Learning Theory and Psychoanalysis

  • Eugene Wolf
Part of the Critical Issues in Psychiatry book series

Abstract

In this eloquent and persuasive paper, Wolf explicates the differences between the classical conditioning theory of Pavlov and the operant conditioning concepts of Skinner, and their applications to psychodynamic theory and practice. He makes the telling point that for many people the traumatic life situations into which they are inextricably bound renders them just as immobilized, for all practical purposes, as dogs in a Pavlovian frame, and that this may explain why, like Pavlov’s dogs, they persist in their neurotic responses despite the fact that these responses are maladaptive. He suggests that transference and countertransference reactions can be seen as learned responses based on earlier stimuli, which then become generalized to similar ones in later life. He then comes to a formulation, essentially similar to Alexander’s concept of the corrective emotional experience, that stresses the therapist’s capacity to respond differently to the patient from the way previous human figures have done. Like Alexander and Marmor in the previous two papers, he stresses the mutual benefit that both psychoanalytic and behavioral psychiatrists can derive from an integration of both models.

Keywords

Hull Hunt Sonal Univer Mete 

Preview

Unable to display preview. Download preview PDF.

Unable to display preview. Download preview PDF.

References

  1. Alexander, F. and French, T. M. (1946). Psychoanalytic Therapy. New York: Ronald Press.Google Scholar
  2. Cameron, N. and Magaret, A. (1951). Behavior Pathology. Boston: Houghton Mifflin.Google Scholar
  3. Crisp, A. H. (1964). Development and application of a measure of ‘transference.’ J. Psychosom. Res. 8: 327 - 335.PubMedCrossRefGoogle Scholar
  4. Dollard, J. and Miller, N. E. (1950). Personality and Psychotherapy. New York: McGraw-Hill.Google Scholar
  5. Eysenck, H. J. (1960). Personality and behavior therapy. Proc. R. Soc. Med. 53: 504–508.PubMedGoogle Scholar
  6. Eysenck, H. J. (1965). The effects of psychotherapy. Critical review in Int. J. Psychiat. 1: 97–178.Google Scholar
  7. Freud, S . (1964 a). Collected Papers, 4th ed. vol. II, p. 289. London: Hogarth Press.Google Scholar
  8. Freud, S . (1964 b). An Autobiographical Study, 2nd ed. p. 76. London: Hogarth Press.Google Scholar
  9. Hilgard, E. R. and Marquis, D. G. (1961). Conditioning and Learning, rev. ed. pp. 340–342. London: Methuen.Google Scholar
  10. Hull, C. L. (1943). Principles of Behavior. New York: Appleton-Century-Crofts.Google Scholar
  11. Leary, T. (1957). Interpersonal Diagnosis of Personality. New York: Ronald Press.Google Scholar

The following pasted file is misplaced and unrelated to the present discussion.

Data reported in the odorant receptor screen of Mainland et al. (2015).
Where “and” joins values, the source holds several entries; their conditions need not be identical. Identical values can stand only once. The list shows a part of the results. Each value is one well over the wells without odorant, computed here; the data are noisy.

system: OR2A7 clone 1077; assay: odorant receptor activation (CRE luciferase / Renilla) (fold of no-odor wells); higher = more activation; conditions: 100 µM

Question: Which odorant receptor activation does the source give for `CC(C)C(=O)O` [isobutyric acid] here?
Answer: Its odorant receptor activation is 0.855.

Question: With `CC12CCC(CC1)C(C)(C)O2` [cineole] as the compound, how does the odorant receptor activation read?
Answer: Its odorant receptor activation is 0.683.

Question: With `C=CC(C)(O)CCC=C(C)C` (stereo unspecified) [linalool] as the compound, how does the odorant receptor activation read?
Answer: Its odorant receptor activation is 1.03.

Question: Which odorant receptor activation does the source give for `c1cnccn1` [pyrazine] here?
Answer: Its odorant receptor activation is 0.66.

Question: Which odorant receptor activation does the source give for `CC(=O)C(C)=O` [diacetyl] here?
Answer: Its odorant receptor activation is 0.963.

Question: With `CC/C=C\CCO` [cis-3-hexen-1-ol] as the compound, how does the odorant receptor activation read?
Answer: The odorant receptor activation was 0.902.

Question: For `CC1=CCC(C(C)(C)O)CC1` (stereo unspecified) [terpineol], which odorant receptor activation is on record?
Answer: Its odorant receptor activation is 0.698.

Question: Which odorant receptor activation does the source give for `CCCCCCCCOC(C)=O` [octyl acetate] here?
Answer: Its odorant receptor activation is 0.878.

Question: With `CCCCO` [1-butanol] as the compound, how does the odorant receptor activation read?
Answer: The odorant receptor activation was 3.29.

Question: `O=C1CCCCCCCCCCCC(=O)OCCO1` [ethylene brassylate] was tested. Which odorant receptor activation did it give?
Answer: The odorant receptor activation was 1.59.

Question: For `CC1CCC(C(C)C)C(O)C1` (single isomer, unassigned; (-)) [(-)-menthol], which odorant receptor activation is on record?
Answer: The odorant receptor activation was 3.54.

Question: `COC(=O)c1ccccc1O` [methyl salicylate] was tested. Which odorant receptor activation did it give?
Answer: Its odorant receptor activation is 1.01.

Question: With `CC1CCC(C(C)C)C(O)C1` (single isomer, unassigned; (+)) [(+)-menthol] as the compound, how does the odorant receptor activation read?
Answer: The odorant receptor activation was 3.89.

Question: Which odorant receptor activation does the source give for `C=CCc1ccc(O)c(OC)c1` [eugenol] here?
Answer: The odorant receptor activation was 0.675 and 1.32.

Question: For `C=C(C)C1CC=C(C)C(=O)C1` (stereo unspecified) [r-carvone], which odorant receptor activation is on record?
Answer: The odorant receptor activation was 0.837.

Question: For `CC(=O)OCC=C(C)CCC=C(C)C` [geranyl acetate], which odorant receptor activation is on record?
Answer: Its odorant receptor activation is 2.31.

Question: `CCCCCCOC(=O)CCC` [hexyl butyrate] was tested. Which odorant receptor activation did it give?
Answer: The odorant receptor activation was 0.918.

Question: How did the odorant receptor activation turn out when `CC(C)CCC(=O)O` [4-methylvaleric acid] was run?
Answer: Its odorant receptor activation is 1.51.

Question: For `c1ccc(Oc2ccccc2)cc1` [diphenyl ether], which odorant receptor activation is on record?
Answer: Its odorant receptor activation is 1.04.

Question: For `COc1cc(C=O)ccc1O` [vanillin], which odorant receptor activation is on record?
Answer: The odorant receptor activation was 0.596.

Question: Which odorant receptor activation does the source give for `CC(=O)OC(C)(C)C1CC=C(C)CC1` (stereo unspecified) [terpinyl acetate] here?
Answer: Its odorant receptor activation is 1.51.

12. Liddell, H. S. (1944). Personality and the Behavior Disorders, vol. I, pp. 389–412. Ed. J. McV. Hunt. New York: Ronald Press.Google Scholar
  13. Luria, A. R. (1932). The Nature of Human Conflicts. New York: Liveright.Google Scholar
  14. Masserman, J. H. (1946). Principles of Dynamic Psychiatry. Philadelphia-London: Saunders.Google Scholar
  15. Mowrer, O. H. (1953). Psychotherapy—Theory and Research. New York: Ronald Press.CrossRefGoogle Scholar
  16. Rotter, J. B. (1954). Social Learning and Clinical Psychology. New York: Prentice-Hall.CrossRefGoogle Scholar
  17. Skinner, B. F. (1938). The Behavior of Organisms. New York: Appleton-Century-Crofts.Google Scholar
  18. Sears, R. R. (1944). Personality and the Behavior Disorders, vol. I, pp. 306–332. Ed. J. McV. Hunt. New York: Ronald Press.Google Scholar
  19. Sullivan, H. S. (1955). Conceptions of Modern Psychiatry. London: Tavistock Publications.Google Scholar
  20. Wolf, E. (1957). Congress Report, 2nd Int. Congr. Psychiatry, vol. Ill, pp. 270–277, 284–291. Ed. W. A. Stoll. Zurich: Orell Fuessli.Google Scholar
  21. Wolf, E. (1957). Congress Report, 2nd Int. Congr. Psychiatry, vol. Ill, pp. 270–277, 284–291. Ed. W. A. Stoll. Zurich: Orell Fuessli.Google Scholar
  22. Wolf, E. (1960). Progress in Psychotherapy, vol. V, pp. 51–58. Ed. J. H. Masserman and J. L. Moreno. New York: Grune and Stratton.Google Scholar
  23. Wolf, E., Dytrych, Z., Grof, S., Kubicka, L. and Srnec, J. (1964). A methodological approach to social maladaptation. Mutual social perception inventory. (In Czech.) Cs. Psychiat. 60: 34–37.Google Scholar
  24. Wolf, E. (1966). Psychogenic disorders and interpersonal behavior. J. Psychosom. Res. 10: 119–126.PubMedCrossRefGoogle Scholar

Copyright information

© Plenum Publishing Corporation 1980

Authors and Affiliations

  • Eugene Wolf

There are no affiliations available

Personalised recommendations